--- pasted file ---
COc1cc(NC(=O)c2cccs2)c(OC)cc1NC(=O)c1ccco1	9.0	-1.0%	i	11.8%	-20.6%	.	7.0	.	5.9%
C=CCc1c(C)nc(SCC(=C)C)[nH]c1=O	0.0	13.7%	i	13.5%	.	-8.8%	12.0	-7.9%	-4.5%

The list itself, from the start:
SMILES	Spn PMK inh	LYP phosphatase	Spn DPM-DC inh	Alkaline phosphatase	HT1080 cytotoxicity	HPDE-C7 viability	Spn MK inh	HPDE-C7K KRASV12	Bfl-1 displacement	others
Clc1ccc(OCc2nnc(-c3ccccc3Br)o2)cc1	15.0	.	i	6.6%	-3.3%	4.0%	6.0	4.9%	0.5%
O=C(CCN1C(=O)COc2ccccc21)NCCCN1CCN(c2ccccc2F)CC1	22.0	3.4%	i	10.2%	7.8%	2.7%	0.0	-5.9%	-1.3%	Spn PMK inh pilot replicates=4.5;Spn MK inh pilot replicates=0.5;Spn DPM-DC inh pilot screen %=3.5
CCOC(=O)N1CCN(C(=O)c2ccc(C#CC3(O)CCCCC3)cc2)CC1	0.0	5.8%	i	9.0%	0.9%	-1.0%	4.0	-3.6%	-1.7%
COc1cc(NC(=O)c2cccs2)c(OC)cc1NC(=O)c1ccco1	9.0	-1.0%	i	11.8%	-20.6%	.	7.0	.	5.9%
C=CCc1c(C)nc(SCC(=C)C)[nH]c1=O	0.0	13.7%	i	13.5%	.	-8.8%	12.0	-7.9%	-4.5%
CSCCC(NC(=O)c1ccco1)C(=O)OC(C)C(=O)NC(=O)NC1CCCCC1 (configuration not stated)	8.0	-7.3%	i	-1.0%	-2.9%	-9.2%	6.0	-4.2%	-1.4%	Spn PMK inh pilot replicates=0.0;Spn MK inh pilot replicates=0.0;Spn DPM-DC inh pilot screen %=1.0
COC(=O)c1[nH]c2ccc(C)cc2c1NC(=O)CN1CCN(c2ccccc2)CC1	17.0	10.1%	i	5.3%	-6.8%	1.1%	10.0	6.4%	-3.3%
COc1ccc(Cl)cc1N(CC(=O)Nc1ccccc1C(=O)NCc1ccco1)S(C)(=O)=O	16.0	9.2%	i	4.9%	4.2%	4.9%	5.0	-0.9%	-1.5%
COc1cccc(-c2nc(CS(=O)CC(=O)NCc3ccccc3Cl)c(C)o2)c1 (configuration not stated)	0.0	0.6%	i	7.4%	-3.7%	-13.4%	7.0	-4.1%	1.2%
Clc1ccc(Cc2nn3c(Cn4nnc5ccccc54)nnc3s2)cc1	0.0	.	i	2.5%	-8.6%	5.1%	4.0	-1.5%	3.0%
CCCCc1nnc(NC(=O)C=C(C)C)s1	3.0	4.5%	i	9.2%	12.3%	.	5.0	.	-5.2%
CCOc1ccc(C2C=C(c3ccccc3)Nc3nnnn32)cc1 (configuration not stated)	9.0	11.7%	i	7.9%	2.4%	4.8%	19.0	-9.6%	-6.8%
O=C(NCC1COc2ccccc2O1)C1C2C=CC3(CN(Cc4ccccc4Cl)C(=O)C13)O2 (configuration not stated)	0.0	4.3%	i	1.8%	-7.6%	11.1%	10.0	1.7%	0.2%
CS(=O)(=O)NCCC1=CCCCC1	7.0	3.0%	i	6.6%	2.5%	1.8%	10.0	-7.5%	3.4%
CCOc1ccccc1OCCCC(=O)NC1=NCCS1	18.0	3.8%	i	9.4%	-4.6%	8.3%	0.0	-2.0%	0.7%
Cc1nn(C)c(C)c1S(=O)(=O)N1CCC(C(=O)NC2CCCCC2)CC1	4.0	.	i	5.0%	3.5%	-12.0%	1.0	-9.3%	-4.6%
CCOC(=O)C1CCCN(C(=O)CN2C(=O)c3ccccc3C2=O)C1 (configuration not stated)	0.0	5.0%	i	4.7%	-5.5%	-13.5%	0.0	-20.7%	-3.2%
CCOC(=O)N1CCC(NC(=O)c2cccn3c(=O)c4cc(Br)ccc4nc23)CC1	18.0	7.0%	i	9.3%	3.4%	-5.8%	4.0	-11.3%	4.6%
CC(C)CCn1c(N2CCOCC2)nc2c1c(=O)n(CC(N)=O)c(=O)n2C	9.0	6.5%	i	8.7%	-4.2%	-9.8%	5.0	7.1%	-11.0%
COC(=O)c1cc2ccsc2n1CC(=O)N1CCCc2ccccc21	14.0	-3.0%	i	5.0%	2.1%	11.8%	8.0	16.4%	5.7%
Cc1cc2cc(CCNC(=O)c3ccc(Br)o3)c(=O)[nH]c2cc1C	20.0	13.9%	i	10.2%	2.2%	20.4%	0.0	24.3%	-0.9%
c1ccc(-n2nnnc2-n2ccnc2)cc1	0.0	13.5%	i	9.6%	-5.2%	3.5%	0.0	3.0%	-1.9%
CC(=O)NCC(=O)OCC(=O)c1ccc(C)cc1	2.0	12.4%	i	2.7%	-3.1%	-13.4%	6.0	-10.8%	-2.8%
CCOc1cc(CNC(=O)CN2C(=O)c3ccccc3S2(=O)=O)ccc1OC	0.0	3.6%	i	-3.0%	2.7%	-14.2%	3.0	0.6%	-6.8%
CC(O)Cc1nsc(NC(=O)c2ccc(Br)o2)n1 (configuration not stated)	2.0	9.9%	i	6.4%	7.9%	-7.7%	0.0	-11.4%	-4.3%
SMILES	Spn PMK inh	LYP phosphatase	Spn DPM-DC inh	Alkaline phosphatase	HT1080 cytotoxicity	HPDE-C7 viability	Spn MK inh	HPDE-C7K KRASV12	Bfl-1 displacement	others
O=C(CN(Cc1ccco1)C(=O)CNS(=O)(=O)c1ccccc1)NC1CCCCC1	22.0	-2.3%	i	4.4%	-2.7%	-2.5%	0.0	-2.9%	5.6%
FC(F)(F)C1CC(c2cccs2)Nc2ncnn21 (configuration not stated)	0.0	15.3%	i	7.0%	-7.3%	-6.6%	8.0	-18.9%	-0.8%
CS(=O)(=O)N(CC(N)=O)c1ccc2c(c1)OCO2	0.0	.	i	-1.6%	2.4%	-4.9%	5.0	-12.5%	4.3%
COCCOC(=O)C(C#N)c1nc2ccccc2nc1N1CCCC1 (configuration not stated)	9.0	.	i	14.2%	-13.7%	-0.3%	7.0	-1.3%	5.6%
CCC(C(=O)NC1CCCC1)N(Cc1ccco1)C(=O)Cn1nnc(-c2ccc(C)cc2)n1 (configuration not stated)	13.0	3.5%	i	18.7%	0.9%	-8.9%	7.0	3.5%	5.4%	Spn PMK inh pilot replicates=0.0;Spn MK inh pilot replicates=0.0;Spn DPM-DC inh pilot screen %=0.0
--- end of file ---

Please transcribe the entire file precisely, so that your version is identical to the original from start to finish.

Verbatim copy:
COc1cc(NC(=O)c2cccs2)c(OC)cc1NC(=O)c1ccco1	9.0	-1.0%	i	11.8%	-20.6%	.	7.0	.	5.9%
C=CCc1c(C)nc(SCC(=C)C)[nH]c1=O	0.0	13.7%	i	13.5%	.	-8.8%	12.0	-7.9%	-4.5%

The list itself, from the start:
SMILES	Spn PMK inh	LYP phosphatase	Spn DPM-DC inh	Alkaline phosphatase	HT1080 cytotoxicity	HPDE-C7 viability	Spn MK inh	HPDE-C7K KRASV12	Bfl-1 displacement	others
Clc1ccc(OCc2nnc(-c3ccccc3Br)o2)cc1	15.0	.	i	6.6%	-3.3%	4.0%	6.0	4.9%	0.5%
O=C(CCN1C(=O)COc2ccccc21)NCCCN1CCN(c2ccccc2F)CC1	22.0	3.4%	i	10.2%	7.8%	2.7%	0.0	-5.9%	-1.3%	Spn PMK inh pilot replicates=4.5;Spn MK inh pilot replicates=0.5;Spn DPM-DC inh pilot screen %=3.5
CCOC(=O)N1CCN(C(=O)c2ccc(C#CC3(O)CCCCC3)cc2)CC1	0.0	5.8%	i	9.0%	0.9%	-1.0%	4.0	-3.6%	-1.7%
COc1cc(NC(=O)c2cccs2)c(OC)cc1NC(=O)c1ccco1	9.0	-1.0%	i	11.8%	-20.6%	.	7.0	.	5.9%
C=CCc1c(C)nc(SCC(=C)C)[nH]c1=O	0.0	13.7%	i	13.5%	.	-8.8%	12.0	-7.9%	-4.5%
CSCCC(NC(=O)c1ccco1)C(=O)OC(C)C(=O)NC(=O)NC1CCCCC1 (configuration not stated)	8.0	-7.3%	i	-1.0%	-2.9%	-9.2%	6.0	-4.2%	-1.4%	Spn PMK inh pilot replicates=0.0;Spn MK inh pilot replicates=0.0;Spn DPM-DC inh pilot screen %=1.0
COC(=O)c1[nH]c2ccc(C)cc2c1NC(=O)CN1CCN(c2ccccc2)CC1	17.0	10.1%	i	5.3%	-6.8%	1.1%	10.0	6.4%	-3.3%
COc1ccc(Cl)cc1N(CC(=O)Nc1ccccc1C(=O)NCc1ccco1)S(C)(=O)=O	16.0	9.2%	i	4.9%	4.2%	4.9%	5.0	-0.9%	-1.5%
COc1cccc(-c2nc(CS(=O)CC(=O)NCc3ccccc3Cl)c(C)o2)c1 (configuration not stated)	0.0	0.6%	i	7.4%	-3.7%	-13.4%	7.0	-4.1%	1.2%
Clc1ccc(Cc2nn3c(Cn4nnc5ccccc54)nnc3s2)cc1	0.0	.	i	2.5%	-8.6%	5.1%	4.0	-1.5%	3.0%
CCCCc1nnc(NC(=O)C=C(C)C)s1	3.0	4.5%	i	9.2%	12.3%	.	5.0	.	-5.2%
CCOc1ccc(C2C=C(c3ccccc3)Nc3nnnn32)cc1 (configuration not stated)	9.0	11.7%	i	7.9%	2.4%	4.8%	19.0	-9.6%	-6.8%
O=C(NCC1COc2ccccc2O1)C1C2C=CC3(CN(Cc4ccccc4Cl)C(=O)C13)O2 (configuration not stated)	0.0	4.3%	i	1.8%	-7.6%	11.1%	10.0	1.7%	0.2%
CS(=O)(=O)NCCC1=CCCCC1	7.0	3.0%	i	6.6%	2.5%	1.8%	10.0	-7.5%	3.4%
CCOc1ccccc1OCCCC(=O)NC1=NCCS1	18.0	3.8%	i	9.4%	-4.6%	8.3%	0.0	-2.0%	0.7%
Cc1nn(C)c(C)c1S(=O)(=O)N1CCC(C(=O)NC2CCCCC2)CC1	4.0	.	i	5.0%	3.5%	-12.0%	1.0	-9.3%	-4.6%
CCOC(=O)C1CCCN(C(=O)CN2C(=O)c3ccccc3C2=O)C1 (configuration not stated)	0.0	5.0%	i	4.7%	-5.5%	-13.5%	0.0	-20.7%	-3.2%
CCOC(=O)N1CCC(NC(=O)c2cccn3c(=O)c4cc(Br)ccc4nc23)CC1	18.0	7.0%	i	9.3%	3.4%	-5.8%	4.0	-11.3%	4.6%
CC(C)CCn1c(N2CCOCC2)nc2c1c(=O)n(CC(N)=O)c(=O)n2C	9.0	6.5%	i	8.7%	-4.2%	-9.8%	5.0	7.1%	-11.0%
COC(=O)c1cc2ccsc2n1CC(=O)N1CCCc2ccccc21	14.0	-3.0%	i	5.0%	2.1%	11.8%	8.0	16.4%	5.7%
Cc1cc2cc(CCNC(=O)c3ccc(Br)o3)c(=O)[nH]c2cc1C	20.0	13.9%	i	10.2%	2.2%	20.4%	0.0	24.3%	-0.9%
c1ccc(-n2nnnc2-n2ccnc2)cc1	0.0	13.5%	i	9.6%	-5.2%	3.5%	0.0	3.0%	-1.9%
CC(=O)NCC(=O)OCC(=O)c1ccc(C)cc1	2.0	12.4%	i	2.7%	-3.1%	-13.4%	6.0	-10.8%	-2.8%
CCOc1cc(CNC(=O)CN2C(=O)c3ccccc3S2(=O)=O)ccc1OC	0.0	3.6%	i	-3.0%	2.7%	-14.2%	3.0	0.6%	-6.8%
CC(O)Cc1nsc(NC(=O)c2ccc(Br)o2)n1 (configuration not stated)	2.0	9.9%	i	6.4%	7.9%	-7.7%	0.0	-11.4%	-4.3%
SMILES	Spn PMK inh	LYP phosphatase	Spn DPM-DC inh	Alkaline phosphatase	HT1080 cytotoxicity	HPDE-C7 viability	Spn MK inh	HPDE-C7K KRASV12	Bfl-1 displacement	others
O=C(CN(Cc1ccco1)C(=O)CNS(=O)(=O)c1ccccc1)NC1CCCCC1	22.0	-2.3%	i	4.4%	-2.7%	-2.5%	0.0	-2.9%	5.6%
FC(F)(F)C1CC(c2cccs2)Nc2ncnn21 (configuration not stated)	0.0	15.3%	i	7.0%	-7.3%	-6.6%	8.0	-18.9%	-0.8%
CS(=O)(=O)N(CC(N)=O)c1ccc2c(c1)OCO2	0.0	.	i	-1.6%	2.4%	-4.9%	5.0	-12.5%	4.3%
COCCOC(=O)C(C#N)c1nc2ccccc2nc1N1CCCC1 (configuration not stated)	9.0	.	i	14.2%	-13.7%	-0.3%	7.0	-1.3%	5.6%
CCC(C(=O)NC1CCCC1)N(Cc1ccco1)C(=O)Cn1nnc(-c2ccc(C)cc2)n1 (configuration not stated)	13.0	3.5%	i	18.7%	0.9%	-8.9%	7.0	3.5%	5.4%	Spn PMK inh pilot replicates=0.0;Spn MK inh pilot replicates=0.0;Spn DPM-DC inh pilot screen %=0.0